Carr slides naturally behind the drum set in the corner, eager to tap out a few rhythms. He strums a soft tune on his guitar, his fingers moving slowly between the strings. But his attention quickly turns back to Big Fish.
Against the near wall sits a lone table holding a computer. This computer is the genius behind Big Fish. With the computer program CubaseVST for virtual studio technology musicians can sequence recordings and playbacks of tracks, editing with equalizers and mixing boards.
What? The computer records Carr's voice, his bass, his drums, each track individually. Waves representing the sounds appear on the screen. Each track is synchronized and replayed. The computer mixes and records this new version, the song. Mistakes can be fixed or sections of songs can be touched up with editing programs.
Carr seems relaxed behind the computer, considering he first touched one only last year. Until then, the now 43-year-old Carr had let technology pass him by.
Technology was one reason Carr enlisted Todd Kreuzburg as his partner, a position not to be underestimated, in this new endeavor. Kreuzburg was originally recruited as a drum engineer. Without someone behind the controls, Carr spent one day doing 200 drum takes, swiftly moving from computer to drum set to computer and back.
Kreuzburg's role increased as he lent other talents to Big Fish. Kreuzburg's violin sections on "Let the Lion Out" and "My Little Shy One" were music to Carr's ears, just what the songs needed.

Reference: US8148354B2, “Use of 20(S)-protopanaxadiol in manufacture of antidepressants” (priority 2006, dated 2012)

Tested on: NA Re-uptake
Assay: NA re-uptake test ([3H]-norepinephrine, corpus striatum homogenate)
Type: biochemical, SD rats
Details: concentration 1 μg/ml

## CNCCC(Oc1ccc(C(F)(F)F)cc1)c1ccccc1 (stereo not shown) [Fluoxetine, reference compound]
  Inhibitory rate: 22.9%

Work on the compact disc began in 1997, but Big Fish hit many snags and lay dormant for a year. Of course this downtime was not downtime from real life. Carr still spent his time singing for his supper, playing local bars in Annapolis.
Nor is the life of a musician always dedicated to art. Like you orme, Carr was waylaid by "Harry homeowner concerns" along the way.
Carr never worried about money or mundanities in his childhood, when his dreams were of music and fame. Carr defines his origins as the typical '60s' family. His father, Lester Craig, worked as a used-car salesman while his mother, Virginia, was a housewife. Carr grew up in a Montgomery County split-level with summers spent in the backyard swimming pool. Sister Wanda now lives in Frederick; Cathy lives nearby in Edgewater.
Both come out to support their musical brother.
The Carrs wanted for nothing. That was because Lester C. had wanted for things. But Lester grew up in a home filled with music. His father, Lester B., played Dixieland jazz with The Original Pennsylvania Serenaders.
Still, music hadn't made an easy family life. When his own family came along, Lester C. vowed to provide a stable home. He was wary of Craig's musical dreams, coming slowly to acceptance.
Carr still remembers the day his dreams of fame began. "Catharsis" Carr is fond of the word came to him in the form of the Beatles.